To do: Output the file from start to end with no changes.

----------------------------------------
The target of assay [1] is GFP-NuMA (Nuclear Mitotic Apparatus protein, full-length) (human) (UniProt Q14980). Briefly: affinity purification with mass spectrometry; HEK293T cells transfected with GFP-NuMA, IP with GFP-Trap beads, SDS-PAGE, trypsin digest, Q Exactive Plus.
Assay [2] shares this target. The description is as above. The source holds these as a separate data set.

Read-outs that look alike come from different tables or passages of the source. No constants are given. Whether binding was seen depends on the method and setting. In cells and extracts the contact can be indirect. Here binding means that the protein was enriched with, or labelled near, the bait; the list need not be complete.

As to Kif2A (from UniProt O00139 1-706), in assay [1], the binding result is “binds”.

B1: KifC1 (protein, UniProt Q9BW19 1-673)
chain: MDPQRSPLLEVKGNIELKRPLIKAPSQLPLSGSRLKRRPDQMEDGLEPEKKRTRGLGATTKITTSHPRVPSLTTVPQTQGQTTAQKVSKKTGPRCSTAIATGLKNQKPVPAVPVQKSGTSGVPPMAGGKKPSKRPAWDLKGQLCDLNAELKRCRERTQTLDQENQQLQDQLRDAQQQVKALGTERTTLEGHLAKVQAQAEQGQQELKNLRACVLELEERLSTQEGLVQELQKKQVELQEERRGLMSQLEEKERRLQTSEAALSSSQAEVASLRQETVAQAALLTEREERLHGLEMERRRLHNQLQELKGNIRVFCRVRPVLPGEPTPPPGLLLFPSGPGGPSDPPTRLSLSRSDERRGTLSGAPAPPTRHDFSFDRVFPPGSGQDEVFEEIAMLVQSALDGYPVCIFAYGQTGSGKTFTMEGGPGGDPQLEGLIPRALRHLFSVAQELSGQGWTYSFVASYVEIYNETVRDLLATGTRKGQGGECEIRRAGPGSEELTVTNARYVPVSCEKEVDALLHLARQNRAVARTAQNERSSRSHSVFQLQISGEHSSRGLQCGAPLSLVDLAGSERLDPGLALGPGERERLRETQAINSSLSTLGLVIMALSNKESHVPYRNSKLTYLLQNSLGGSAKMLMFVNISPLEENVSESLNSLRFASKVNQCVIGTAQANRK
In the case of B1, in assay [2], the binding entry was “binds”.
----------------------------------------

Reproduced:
The target of assay [1] is GFP-NuMA (Nuclear Mitotic Apparatus protein, full-length) (human) (UniProt Q14980). Briefly: affinity purification with mass spectrometry; HEK293T cells transfected with GFP-NuMA, IP with GFP-Trap beads, SDS-PAGE, trypsin digest, Q Exactive Plus.
Assay [2] shares this target. The description is as above. The source holds these as a separate data set.

Read-outs that look alike come from different tables or passages of the source. No constants are given. Whether binding was seen depends on the method and setting. In cells and extracts the contact can be indirect. Here binding means that the protein was enriched with, or labelled near, the bait; the list need not be complete.

As to Kif2A (from UniProt O00139 1-706), in assay [1], the binding result is “binds”.

B1: KifC1 (protein, UniProt Q9BW19 1-673)
chain: MDPQRSPLLEVKGNIELKRPLIKAPSQLPLSGSRLKRRPDQMEDGLEPEKKRTRGLGATTKITTSHPRVPSLTTVPQTQGQTTAQKVSKKTGPRCSTAIATGLKNQKPVPAVPVQKSGTSGVPPMAGGKKPSKRPAWDLKGQLCDLNAELKRCRERTQTLDQENQQLQDQLRDAQQQVKALGTERTTLEGHLAKVQAQAEQGQQELKNLRACVLELEERLSTQEGLVQELQKKQVELQEERRGLMSQLEEKERRLQTSEAALSSSQAEVASLRQETVAQAALLTEREERLHGLEMERRRLHNQLQELKGNIRVFCRVRPVLPGEPTPPPGLLLFPSGPGGPSDPPTRLSLSRSDERRGTLSGAPAPPTRHDFSFDRVFPPGSGQDEVFEEIAMLVQSALDGYPVCIFAYGQTGSGKTFTMEGGPGGDPQLEGLIPRALRHLFSVAQELSGQGWTYSFVASYVEIYNETVRDLLATGTRKGQGGECEIRRAGPGSEELTVTNARYVPVSCEKEVDALLHLARQNRAVARTAQNERSSRSHSVFQLQISGEHSSRGLQCGAPLSLVDLAGSERLDPGLALGPGERERLRETQAINSSLSTLGLVIMALSNKESHVPYRNSKLTYLLQNSLGGSAKMLMFVNISPLEENVSESLNSLRFASKVNQCVIGTAQANRK
In the case of B1, in assay [2], the binding entry was “binds”.